U.K.’s Johnson Urged to Accelerate Vaccines in Hotspots
(Bloomberg) -- Prime Minister Boris Johnson’s government faces growing demands to urgently accelerate the vaccine rollout in U.K. Covid-19 hotspots to prevent the virus getting out of control again.
Andy Burnham, the Labour mayor of Greater Manchester, has asked the government for permission to vaccinate all people over the age of 16 in Bolton, a town in northwest England that has seen a surge in cases among younger people in the last two weeks.
Conservative MP Mark Logan also asked Johnson directly in the House of Commons if he would consider it. “We’re looking at all the potential solutions for the surges we’re seeing in Bolton and elsewhere, including the one he describes, though that’s not top of the list at the moment,” Johnson replied.
Backing the demands would mean the U.K. deviates from its current vaccination strategy of moving down through the age bands. As of Thursday, all people aged 38 and over will be eligible for a vaccine shot under nationwide rules.
But calls are growing for all adults to now be vaccinated in certain districts to help tackle outbreaks, alongside the surge testing which is already being carried out.
The emergence of hotspots runs counter to the broader trend in the U.K., which has seen a dramatic fall in Covid-19 infections across Britain in recent months and more than 35 million people have received at least one vaccine dose.
Johnson announced Monday that the next step of lockdown easing will go ahead from next week, with people allowed to meet indoors again at home and in pubs and restaurants.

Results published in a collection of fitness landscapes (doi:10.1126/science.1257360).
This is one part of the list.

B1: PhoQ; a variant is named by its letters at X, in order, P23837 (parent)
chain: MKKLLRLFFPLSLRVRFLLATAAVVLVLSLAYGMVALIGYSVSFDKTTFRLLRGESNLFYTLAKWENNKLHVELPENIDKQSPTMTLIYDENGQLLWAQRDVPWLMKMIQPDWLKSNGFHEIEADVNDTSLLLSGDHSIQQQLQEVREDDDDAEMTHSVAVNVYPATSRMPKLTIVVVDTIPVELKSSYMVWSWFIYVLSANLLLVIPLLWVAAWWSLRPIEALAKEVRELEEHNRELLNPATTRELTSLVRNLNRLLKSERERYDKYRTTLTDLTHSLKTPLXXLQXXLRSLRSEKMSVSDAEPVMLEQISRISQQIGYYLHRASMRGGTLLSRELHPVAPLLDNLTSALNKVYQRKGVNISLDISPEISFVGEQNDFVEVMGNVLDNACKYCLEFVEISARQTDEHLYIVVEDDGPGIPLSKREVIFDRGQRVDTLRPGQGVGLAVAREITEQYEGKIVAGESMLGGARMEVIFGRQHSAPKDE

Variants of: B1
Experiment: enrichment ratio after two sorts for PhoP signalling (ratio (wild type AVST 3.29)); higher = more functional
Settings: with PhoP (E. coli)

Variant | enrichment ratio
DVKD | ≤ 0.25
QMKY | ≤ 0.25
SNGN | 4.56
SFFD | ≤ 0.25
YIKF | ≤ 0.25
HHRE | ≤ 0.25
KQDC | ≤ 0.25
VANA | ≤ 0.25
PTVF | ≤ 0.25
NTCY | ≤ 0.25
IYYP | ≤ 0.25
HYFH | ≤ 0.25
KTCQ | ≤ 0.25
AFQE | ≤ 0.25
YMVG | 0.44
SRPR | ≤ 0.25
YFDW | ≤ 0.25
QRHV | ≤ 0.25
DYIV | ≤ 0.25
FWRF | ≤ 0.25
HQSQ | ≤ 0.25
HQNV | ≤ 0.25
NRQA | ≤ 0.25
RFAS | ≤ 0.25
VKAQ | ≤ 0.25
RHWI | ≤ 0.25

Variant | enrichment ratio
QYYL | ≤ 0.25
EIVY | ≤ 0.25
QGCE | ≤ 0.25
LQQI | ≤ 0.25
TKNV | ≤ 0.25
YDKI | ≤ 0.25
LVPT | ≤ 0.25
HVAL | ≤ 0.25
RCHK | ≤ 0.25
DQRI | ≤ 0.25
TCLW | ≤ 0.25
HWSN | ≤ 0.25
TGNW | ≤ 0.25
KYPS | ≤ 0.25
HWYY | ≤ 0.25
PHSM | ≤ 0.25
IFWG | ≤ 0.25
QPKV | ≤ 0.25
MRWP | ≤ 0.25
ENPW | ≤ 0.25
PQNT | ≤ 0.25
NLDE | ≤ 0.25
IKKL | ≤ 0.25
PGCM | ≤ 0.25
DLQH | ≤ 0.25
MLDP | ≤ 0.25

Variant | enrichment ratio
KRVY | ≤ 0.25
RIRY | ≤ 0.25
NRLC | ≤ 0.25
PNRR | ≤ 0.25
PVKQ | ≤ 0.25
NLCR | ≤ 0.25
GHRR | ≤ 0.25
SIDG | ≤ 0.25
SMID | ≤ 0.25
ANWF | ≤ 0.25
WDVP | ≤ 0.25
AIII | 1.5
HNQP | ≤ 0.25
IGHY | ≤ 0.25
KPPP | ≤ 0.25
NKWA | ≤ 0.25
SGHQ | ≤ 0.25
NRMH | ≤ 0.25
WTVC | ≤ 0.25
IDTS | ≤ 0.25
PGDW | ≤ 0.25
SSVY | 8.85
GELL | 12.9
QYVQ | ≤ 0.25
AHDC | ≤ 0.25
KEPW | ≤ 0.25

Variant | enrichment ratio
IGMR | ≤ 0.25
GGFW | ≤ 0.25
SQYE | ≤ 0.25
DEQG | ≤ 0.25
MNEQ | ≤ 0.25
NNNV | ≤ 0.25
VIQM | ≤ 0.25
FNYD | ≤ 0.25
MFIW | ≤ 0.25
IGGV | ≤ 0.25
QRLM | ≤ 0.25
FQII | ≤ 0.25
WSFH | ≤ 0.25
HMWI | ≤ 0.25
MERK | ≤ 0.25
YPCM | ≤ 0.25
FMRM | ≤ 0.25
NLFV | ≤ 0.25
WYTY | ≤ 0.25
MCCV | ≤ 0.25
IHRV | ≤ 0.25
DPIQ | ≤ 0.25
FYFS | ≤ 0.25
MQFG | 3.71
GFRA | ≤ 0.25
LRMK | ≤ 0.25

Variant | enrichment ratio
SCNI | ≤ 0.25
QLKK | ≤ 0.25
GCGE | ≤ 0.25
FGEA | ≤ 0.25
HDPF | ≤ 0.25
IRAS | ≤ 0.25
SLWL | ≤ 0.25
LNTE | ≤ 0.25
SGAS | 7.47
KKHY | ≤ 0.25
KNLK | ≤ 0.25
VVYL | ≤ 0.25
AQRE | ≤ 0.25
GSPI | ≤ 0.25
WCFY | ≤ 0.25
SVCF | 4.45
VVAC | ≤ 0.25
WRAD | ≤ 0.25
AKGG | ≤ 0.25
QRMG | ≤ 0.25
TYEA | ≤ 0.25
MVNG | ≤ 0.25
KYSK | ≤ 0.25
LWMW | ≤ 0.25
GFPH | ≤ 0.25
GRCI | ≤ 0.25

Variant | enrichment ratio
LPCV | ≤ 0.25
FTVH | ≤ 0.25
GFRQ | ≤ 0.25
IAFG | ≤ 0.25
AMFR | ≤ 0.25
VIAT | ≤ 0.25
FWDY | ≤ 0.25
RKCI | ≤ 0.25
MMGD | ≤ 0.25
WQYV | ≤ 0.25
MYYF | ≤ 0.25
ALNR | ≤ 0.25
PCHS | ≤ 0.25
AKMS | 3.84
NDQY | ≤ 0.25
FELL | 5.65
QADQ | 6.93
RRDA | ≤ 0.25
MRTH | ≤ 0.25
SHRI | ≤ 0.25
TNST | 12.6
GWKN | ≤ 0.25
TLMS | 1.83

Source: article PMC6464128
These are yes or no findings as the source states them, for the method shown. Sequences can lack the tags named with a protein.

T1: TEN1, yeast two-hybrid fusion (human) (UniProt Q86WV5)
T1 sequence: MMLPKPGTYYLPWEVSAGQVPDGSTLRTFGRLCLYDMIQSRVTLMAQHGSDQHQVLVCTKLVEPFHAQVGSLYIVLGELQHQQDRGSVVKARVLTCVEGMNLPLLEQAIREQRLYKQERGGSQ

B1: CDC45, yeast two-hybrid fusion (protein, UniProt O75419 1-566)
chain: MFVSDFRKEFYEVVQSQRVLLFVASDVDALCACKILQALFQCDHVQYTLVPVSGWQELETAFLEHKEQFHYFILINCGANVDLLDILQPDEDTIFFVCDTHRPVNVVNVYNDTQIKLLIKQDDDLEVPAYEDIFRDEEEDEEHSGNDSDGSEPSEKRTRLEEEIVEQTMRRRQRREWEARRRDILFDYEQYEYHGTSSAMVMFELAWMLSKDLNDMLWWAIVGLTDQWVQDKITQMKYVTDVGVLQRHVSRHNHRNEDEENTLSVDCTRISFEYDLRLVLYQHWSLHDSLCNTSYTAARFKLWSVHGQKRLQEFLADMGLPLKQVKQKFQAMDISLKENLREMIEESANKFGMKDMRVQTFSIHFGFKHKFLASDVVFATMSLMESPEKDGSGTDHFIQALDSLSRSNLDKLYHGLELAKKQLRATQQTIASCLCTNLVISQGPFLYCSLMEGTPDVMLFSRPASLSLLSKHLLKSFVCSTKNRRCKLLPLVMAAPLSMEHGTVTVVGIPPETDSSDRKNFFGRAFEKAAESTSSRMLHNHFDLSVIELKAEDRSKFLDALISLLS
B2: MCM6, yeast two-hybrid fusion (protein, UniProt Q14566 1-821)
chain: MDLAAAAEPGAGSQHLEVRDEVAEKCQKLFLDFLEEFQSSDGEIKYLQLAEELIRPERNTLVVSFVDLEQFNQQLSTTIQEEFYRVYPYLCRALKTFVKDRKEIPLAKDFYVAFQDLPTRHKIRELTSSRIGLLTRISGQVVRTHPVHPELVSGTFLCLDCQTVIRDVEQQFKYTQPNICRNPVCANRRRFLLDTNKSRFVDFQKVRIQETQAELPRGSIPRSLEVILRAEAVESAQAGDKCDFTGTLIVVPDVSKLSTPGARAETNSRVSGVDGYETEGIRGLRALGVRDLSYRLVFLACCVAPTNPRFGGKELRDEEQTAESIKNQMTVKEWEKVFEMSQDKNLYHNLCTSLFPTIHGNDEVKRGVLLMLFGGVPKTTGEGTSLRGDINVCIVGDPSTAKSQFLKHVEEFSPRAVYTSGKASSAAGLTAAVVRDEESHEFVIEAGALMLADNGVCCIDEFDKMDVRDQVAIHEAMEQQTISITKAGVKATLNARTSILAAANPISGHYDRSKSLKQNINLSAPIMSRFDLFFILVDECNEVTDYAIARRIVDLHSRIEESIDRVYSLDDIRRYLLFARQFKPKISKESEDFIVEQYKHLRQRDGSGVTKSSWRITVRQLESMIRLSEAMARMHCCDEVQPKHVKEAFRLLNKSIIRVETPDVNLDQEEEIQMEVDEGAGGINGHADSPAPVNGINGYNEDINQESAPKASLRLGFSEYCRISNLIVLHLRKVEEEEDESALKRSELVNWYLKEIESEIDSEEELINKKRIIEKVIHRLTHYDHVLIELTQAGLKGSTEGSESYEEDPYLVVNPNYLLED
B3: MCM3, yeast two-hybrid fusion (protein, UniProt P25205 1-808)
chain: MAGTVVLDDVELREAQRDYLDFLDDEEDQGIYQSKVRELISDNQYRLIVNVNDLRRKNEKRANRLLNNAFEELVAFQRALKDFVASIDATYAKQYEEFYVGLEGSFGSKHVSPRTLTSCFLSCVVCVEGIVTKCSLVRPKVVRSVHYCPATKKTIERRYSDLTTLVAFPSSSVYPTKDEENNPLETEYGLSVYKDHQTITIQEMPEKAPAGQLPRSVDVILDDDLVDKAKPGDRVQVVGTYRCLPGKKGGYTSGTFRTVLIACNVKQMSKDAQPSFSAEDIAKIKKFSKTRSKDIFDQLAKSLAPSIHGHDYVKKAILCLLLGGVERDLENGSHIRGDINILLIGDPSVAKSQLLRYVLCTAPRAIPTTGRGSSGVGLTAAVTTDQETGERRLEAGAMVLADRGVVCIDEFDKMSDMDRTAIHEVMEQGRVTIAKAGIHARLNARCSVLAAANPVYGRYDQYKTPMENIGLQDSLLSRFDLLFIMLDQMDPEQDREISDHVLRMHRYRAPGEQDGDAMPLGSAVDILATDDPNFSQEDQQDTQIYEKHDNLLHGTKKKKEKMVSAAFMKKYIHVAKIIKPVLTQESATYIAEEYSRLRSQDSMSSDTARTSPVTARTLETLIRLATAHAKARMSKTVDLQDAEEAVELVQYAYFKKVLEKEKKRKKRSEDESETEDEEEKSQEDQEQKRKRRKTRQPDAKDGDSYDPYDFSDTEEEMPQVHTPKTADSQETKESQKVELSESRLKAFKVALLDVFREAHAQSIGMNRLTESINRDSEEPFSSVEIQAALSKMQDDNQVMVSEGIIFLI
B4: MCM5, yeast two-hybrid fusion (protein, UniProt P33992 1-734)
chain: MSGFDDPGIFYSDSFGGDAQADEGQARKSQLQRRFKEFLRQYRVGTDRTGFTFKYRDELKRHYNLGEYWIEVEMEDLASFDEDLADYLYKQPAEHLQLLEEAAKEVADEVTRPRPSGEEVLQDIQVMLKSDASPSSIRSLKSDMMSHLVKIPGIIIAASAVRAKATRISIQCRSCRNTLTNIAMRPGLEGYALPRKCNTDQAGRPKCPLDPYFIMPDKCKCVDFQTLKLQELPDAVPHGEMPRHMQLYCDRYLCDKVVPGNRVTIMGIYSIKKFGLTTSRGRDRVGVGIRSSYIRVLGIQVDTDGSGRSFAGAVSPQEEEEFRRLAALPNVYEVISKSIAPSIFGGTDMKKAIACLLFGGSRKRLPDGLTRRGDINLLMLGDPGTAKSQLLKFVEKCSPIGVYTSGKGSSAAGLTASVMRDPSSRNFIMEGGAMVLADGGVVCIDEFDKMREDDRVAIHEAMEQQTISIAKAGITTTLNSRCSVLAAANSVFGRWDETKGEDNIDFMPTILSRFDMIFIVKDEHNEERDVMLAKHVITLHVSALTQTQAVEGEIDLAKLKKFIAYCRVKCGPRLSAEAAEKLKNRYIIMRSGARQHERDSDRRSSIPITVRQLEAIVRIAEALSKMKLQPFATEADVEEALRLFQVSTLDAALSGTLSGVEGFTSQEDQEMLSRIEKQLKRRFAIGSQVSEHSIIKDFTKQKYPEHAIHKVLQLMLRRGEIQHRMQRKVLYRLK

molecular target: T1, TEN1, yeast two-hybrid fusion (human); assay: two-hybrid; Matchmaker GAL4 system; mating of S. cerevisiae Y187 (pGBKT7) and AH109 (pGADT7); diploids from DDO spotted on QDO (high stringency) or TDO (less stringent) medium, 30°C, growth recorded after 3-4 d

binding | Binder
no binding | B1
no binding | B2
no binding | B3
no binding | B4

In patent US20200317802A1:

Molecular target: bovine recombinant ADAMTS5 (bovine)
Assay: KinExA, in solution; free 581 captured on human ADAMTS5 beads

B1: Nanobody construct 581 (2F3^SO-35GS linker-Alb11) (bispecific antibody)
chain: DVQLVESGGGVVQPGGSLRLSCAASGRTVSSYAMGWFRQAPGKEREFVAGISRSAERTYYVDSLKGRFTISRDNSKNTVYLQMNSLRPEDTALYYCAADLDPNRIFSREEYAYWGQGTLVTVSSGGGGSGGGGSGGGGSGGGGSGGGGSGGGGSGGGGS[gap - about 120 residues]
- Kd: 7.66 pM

Government scientists have raised fears, however, about the rise of a virus mutation first detected in India, which could be more transmissible than the so-called Kent variant that triggered a national lockdown in January.
Surge testing has already been rolled out in Bolton, which has one of the highest rates of the India variant.
Changing the Rules
Burnham said he wants the government to change vaccination rules so Greater Manchester -- which includes Bolton -- “could move more quickly beyond the age progression” set out by the government’s vaccine committee.
Other areas in England had already made similar requests, he told a press conference on Tuesday. “It might be able to mitigate the risks of spread in those communities where we’re seeing more transmission.”
Covid-19 cases in Bolton almost doubled in the seven days to May 6 compared with the week before, according to the latest data -- a rate of 134 cases per 100,000 people.
Burnham said the outbreak is mainly affecting younger people of working age, many of whom had not yet been vaccinated.
Blackburn, just north of Bolton, has seen cases rise by two thirds in a week, logging 127 infections -- a rate of 85 per 100,000. The Derbyshire town of Erewash is currently England’s worst coronavirus hotspot, with a rate of 187 cases per 100,000 population after an outbreak at a school.
The Department of Health and Social Care said no decisions had been made on whether to change the way vaccines were rolled out. “The priority order is primarily based on age, which is the biggest factor determining mortality,” it said in an emailed statement.
Johnson’s spokesman, Max Blain, told reporters Wednesday the government is monitoring hotspots and the emergence of Covid variants “very closely.”
Earlier, Environment Secretary George Eustice signaled the government is unlikely to change course. “Once you start bringing in complications it gets more difficult to deliver,” he told Sky News.
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